William Wooles, aged 20, was a student at Leeds University. He hacked into a 20 years old student’s emails – she was a student in Manchester. He sent her an email saying he had found some ‘interesting’ things and wanted to see more intimate images. Wooles was referring to private images which had been sent to her then boyfriend and were still in her ‘sent items’ box.
Wooles did not know his victim. He subsequently emailed her threatening to publish the images online unless she sent him some intimate images.
A third email from Wooles said: “Sorry, this could have been avoided if you just sent me what I asked for?”
Unfortunately, the emails on the victim’s account had been filtered as spam and so she didnt see them until it was too late.
When she logged onto her Facebook profile, she saw that a number of the pictures she had previous sent to her former boyfriend had been posted to her profile page.
Her Facebook account had more than 1,000 friends.
Wooles had also targeted another woman.
A news story detailing the offences can be seen here.
Blackmail and computer misuse
Wooles pleaded to blackmail (x2) and computer misuse (x2).
Maximum sentence: 14 years
Theft Act 1968 s 21
(1) A person is guilty of blackmail if, with a view to gain for himself or another or with intent to cause loss to another, he makes any unwarranted demand with menaces; and for this purpose a demand with menaces is unwarranted unless the person making it does so in the belief—
(a) that he has reasonable grounds for making the demand; and
(b) that the use of the menaces is a proper means of reinforcing the demand.
Courts take a dim view of blackmail: ‘Blackmail is one of the ugliest and most vicious crimes in the calendar of criminal offences’ R v Hadjou 1989 11 Cr App R (S) 29.
There are a couple of offences which could have been charged. The offence is likely to be:
Computer Misuse Act 1990 s 2
Maximum sentence: 5 years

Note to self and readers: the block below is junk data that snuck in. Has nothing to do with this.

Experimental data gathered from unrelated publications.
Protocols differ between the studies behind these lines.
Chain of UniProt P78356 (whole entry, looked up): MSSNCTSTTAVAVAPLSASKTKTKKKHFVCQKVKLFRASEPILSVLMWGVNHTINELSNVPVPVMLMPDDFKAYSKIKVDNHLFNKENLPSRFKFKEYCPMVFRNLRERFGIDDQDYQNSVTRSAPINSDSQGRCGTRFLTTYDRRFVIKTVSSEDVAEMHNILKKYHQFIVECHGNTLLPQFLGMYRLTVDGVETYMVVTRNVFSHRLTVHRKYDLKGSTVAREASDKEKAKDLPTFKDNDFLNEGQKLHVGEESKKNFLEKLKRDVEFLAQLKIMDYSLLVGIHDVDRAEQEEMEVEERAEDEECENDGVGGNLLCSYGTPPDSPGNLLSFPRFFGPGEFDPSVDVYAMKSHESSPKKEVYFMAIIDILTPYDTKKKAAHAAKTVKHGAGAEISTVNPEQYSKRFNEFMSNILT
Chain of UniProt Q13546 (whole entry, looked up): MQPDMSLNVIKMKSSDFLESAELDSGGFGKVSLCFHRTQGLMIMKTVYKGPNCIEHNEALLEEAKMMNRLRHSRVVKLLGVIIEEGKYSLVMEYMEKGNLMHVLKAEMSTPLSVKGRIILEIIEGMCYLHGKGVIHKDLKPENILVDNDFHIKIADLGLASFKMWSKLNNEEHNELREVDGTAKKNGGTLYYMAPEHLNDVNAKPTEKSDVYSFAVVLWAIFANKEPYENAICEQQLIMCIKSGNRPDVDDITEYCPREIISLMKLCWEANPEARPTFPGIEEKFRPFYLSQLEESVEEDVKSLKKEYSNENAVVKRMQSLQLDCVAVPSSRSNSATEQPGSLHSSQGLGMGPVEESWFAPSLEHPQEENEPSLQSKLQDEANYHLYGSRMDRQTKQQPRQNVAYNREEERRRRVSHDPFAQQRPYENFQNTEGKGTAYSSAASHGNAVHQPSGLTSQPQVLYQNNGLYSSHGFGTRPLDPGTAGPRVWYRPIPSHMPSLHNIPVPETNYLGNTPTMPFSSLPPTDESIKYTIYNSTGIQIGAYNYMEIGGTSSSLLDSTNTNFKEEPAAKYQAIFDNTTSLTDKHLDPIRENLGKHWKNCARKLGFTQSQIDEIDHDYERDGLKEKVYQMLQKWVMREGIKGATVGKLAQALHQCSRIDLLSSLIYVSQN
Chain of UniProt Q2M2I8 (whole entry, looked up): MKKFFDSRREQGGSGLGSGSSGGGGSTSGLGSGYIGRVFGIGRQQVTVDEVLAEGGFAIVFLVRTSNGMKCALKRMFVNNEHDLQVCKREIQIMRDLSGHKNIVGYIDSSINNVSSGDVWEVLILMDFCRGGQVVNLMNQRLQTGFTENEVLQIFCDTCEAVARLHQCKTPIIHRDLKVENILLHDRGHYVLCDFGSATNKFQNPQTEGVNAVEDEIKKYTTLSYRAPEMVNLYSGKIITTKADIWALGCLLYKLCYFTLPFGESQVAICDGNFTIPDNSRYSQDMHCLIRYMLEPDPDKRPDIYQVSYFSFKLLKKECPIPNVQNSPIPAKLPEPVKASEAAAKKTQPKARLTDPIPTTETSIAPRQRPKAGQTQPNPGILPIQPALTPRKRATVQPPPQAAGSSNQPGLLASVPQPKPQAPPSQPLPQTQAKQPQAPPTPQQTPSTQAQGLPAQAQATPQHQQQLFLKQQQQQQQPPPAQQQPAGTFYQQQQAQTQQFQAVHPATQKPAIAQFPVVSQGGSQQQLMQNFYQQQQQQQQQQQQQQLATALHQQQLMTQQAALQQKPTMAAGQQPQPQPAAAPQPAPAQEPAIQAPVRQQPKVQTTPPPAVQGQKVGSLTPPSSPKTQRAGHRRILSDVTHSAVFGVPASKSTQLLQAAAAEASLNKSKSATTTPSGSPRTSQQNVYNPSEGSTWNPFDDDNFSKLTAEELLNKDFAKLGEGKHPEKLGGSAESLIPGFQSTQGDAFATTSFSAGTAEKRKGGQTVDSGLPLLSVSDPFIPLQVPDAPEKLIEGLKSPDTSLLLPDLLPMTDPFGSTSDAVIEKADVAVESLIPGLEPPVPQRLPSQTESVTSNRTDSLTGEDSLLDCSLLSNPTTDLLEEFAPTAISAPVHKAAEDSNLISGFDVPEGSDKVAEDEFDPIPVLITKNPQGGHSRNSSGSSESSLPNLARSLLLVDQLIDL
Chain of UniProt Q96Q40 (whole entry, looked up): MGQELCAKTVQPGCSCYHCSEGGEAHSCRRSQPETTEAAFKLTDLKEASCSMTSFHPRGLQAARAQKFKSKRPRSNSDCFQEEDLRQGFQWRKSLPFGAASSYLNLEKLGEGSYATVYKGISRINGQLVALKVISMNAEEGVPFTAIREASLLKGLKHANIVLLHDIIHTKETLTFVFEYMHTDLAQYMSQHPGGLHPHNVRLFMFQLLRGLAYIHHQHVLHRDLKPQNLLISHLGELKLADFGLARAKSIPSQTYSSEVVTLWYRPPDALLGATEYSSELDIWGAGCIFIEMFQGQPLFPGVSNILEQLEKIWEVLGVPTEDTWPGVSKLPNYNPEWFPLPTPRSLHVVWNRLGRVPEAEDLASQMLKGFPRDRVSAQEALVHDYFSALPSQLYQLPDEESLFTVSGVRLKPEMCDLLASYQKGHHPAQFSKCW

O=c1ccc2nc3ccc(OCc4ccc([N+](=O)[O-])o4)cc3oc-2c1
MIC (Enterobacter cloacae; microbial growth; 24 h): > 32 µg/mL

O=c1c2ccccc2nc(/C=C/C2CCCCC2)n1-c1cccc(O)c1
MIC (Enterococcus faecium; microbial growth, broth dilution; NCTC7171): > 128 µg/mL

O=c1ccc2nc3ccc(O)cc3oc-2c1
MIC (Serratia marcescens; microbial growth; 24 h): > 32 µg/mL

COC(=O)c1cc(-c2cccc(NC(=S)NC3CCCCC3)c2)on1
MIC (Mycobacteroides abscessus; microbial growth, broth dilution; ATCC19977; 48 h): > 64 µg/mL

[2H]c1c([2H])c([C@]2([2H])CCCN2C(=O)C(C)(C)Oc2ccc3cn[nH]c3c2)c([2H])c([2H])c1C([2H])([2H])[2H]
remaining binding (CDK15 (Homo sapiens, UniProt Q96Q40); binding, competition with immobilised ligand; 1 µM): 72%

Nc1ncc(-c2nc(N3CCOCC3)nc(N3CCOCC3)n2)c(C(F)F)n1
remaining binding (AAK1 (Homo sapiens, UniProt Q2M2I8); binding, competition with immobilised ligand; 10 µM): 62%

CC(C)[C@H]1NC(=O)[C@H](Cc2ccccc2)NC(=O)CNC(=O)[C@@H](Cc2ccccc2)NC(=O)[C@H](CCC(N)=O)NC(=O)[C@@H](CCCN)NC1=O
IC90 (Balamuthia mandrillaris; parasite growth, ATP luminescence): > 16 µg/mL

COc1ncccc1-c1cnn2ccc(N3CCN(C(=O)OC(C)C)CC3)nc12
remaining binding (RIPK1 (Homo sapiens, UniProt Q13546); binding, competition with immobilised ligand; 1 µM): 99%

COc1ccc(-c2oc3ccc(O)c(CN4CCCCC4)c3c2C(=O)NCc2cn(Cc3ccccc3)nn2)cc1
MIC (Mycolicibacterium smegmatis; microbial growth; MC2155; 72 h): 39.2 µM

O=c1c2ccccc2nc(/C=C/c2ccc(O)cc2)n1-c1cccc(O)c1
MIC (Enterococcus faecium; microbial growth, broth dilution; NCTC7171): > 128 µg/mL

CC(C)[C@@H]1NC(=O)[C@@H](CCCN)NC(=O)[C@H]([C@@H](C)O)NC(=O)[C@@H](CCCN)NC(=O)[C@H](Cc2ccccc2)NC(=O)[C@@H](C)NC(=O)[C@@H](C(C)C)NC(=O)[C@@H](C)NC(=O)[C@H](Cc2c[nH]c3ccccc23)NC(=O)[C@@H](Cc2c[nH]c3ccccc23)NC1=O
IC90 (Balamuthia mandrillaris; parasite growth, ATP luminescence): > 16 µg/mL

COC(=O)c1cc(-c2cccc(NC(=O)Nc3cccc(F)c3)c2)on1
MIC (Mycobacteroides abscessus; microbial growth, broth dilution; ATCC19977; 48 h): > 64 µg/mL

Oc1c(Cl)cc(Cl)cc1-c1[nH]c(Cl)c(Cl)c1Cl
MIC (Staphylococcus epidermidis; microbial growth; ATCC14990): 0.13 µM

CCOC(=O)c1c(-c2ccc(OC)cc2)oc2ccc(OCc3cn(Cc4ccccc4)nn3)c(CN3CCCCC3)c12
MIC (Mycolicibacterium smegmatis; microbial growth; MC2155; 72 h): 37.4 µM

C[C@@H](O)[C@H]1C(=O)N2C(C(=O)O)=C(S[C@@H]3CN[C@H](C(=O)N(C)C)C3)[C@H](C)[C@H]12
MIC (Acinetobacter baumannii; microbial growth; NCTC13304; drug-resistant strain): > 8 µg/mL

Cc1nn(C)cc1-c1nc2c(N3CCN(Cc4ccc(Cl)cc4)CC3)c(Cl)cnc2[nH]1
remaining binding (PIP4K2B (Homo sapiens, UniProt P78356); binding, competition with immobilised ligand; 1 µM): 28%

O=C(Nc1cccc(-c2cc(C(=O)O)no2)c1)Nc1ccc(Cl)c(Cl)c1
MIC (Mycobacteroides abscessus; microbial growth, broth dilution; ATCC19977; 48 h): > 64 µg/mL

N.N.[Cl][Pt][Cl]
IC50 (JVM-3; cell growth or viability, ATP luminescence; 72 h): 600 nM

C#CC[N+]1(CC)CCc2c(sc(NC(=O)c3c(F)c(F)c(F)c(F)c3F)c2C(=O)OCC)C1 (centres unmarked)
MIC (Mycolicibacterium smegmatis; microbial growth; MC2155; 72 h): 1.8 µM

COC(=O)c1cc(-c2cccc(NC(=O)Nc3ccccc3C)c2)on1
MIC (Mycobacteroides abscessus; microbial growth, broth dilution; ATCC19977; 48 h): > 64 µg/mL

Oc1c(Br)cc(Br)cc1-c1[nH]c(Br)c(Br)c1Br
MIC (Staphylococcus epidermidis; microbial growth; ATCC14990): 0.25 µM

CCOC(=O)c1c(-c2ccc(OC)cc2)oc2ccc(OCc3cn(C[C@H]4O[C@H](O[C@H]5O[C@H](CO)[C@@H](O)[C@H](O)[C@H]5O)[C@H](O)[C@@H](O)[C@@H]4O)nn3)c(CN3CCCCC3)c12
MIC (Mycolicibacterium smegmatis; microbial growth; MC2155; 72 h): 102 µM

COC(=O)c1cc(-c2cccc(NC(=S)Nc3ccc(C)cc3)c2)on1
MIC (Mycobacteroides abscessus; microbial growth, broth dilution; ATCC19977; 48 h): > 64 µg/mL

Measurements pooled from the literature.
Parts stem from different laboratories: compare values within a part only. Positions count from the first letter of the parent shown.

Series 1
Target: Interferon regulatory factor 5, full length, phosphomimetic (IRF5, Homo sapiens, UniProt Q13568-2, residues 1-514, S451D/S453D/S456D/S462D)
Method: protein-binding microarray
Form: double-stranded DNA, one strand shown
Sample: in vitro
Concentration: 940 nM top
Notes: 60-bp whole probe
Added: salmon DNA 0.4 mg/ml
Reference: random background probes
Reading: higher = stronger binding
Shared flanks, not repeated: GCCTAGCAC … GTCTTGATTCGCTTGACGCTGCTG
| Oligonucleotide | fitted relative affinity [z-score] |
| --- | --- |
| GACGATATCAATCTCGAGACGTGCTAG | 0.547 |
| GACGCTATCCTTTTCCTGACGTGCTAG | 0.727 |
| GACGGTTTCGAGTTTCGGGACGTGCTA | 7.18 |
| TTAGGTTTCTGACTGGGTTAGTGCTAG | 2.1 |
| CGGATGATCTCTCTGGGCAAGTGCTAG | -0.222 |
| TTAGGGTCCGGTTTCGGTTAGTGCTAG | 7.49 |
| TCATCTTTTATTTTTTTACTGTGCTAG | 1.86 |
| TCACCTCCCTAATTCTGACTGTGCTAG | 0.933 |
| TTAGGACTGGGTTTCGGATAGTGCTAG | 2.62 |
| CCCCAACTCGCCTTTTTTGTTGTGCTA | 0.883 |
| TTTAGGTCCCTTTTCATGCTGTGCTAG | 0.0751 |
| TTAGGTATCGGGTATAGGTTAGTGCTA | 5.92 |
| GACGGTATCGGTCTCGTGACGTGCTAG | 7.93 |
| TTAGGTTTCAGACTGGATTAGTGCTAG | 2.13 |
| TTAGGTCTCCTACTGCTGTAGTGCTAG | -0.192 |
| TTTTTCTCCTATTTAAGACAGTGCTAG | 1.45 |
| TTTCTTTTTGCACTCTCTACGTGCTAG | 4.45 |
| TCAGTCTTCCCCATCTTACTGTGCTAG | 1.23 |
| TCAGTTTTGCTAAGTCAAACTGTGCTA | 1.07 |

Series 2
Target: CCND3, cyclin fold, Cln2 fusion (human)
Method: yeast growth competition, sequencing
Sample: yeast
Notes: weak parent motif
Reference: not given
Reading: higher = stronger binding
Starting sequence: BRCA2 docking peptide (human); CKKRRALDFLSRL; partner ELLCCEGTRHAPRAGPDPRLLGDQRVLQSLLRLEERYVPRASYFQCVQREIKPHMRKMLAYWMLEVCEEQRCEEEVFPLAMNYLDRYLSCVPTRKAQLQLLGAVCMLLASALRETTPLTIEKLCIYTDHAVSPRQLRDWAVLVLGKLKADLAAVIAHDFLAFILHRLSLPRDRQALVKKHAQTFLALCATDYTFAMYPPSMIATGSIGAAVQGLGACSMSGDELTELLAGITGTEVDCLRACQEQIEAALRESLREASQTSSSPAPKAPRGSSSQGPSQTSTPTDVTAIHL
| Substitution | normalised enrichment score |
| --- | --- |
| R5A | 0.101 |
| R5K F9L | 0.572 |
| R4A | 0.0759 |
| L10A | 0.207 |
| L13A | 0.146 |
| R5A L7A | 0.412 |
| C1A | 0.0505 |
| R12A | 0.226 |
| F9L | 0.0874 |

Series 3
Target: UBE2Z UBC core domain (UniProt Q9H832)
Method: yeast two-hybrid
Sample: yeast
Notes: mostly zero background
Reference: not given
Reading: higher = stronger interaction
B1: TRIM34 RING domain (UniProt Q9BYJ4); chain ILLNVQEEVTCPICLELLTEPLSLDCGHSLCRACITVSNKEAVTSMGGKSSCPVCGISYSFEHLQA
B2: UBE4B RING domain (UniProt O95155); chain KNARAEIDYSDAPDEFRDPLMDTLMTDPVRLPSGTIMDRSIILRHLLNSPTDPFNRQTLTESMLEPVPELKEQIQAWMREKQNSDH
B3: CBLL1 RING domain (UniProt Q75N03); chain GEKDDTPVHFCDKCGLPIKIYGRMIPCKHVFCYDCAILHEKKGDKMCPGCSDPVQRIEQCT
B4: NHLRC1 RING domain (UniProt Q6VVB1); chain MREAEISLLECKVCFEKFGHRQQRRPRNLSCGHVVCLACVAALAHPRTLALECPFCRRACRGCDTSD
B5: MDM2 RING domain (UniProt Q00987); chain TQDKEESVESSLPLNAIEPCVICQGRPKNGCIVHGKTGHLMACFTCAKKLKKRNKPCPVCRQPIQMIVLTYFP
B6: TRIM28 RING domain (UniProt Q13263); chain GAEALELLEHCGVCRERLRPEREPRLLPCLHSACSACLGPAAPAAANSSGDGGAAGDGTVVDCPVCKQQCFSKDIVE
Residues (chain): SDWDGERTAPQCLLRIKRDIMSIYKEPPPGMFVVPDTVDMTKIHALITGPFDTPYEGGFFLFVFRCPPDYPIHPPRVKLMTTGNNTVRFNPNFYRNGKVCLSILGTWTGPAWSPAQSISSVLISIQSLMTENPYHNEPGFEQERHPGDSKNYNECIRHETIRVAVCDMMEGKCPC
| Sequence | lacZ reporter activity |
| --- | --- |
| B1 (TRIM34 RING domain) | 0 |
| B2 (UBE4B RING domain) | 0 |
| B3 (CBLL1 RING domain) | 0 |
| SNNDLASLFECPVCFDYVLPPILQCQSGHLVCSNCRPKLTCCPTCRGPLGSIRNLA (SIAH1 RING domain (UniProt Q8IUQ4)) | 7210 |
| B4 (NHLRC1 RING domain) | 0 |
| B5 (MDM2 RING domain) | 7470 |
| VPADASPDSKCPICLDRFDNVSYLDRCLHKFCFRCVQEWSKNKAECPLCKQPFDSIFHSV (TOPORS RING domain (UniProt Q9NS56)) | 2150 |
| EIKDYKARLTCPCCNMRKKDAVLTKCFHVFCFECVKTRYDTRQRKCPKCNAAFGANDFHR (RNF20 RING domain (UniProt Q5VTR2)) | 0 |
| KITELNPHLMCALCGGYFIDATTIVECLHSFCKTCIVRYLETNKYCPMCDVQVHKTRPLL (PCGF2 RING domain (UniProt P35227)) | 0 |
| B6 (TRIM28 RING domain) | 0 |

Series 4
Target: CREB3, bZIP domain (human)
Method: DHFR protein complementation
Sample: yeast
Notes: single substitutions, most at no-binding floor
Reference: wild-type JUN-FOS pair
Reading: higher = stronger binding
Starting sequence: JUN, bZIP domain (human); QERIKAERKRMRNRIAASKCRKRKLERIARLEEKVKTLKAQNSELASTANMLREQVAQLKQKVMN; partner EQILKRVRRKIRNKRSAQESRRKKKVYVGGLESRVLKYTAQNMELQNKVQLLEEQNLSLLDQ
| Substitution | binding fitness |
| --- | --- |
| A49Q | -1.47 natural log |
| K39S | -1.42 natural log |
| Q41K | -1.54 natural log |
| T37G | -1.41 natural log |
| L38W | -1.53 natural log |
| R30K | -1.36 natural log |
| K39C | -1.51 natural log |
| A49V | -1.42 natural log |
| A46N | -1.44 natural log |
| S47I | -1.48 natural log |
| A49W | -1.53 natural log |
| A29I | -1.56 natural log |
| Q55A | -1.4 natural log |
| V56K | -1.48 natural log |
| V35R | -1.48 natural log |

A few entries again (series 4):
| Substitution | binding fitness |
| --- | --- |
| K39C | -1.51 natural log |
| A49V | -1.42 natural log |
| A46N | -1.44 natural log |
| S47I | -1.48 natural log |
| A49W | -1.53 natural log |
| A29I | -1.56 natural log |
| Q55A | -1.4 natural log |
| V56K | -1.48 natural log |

(1) A person is guilty of an offence under this section if he commits an offence under section 1 above (“the unauthorised access offence”) with intent—
(a) to commit an offence to which this section applies; or
(b) to facilitate the commission of such an offence (whether by himself or by any other person),
and the offence he intends to commit or facilitate is referred to below in this section as the further offence.
He received a 12 month custodial sentence, suspended for 12 months. If Wooles commits an offence during the currency of the suspended sentence, he could be resentenced for the original offences, or could the suspended sentence could be ordered to take effect.
Additionally, he was ordered to complete 150 hours of unpaid work and given a restraining order with a term not to contact the victims.
A forfeiture order was also made for his latop.
A non-custodial sentence appears sensible; the shock and humiliation of the publicity and the court appearance may prove sufficient to correct Woole’s behaviour. Additionally 150 hours of unpaid work mean that rather than draining the (already bare) public purse sat in detention, he can be contributing something to society at a fraction of the cost.
The restraining order would appear proportionate and fair on the basis of the harm caused to the victims to date. We will post something more detailed on restraining order shortly.
The forfeiture order may seem a somewhat unnecessary punishment. So what is the position? Well, the court certainly had the power to impose an order:
Powers of Criminal Courts (Sentencing) Act 2000 s 143
(1) Where a person is convicted of an offence and the court by or before which he is convicted is satisfied that any property which has been lawfully seized from him, or which was in his possession or under his control at the time when he was apprehended for the offence or when a summons in respect of it was issued—
(a) has been used for the purpose of committing, or facilitating the commission of, any offence, or
(b) was intended by him to be used for that purpose,
the court may (subject to subsection (5) below) make an order under this section in respect of that property.
Regard must be had to the value of the property and the financial effect on the defendant. It appears unlikely that this case would be in contravention of such a consideration. We dont know whether the student has been excluded from the university, however if he needs a computer to continue his studies, and is not in a position to by a new one (remember no fine was imposed upon him, so he may not have the means) a deprivation order may inflict undue hardship upon him.
The order has two purposes, one is to remove from public circulation the item used to commit or facilitate an offence. The second is as a punishment.
If the order would be ‘over doing the punishment’, the order would be inappropriate and should not be made. It is arguable that this applies to the laptop, however on balance, the order is probably proportionate.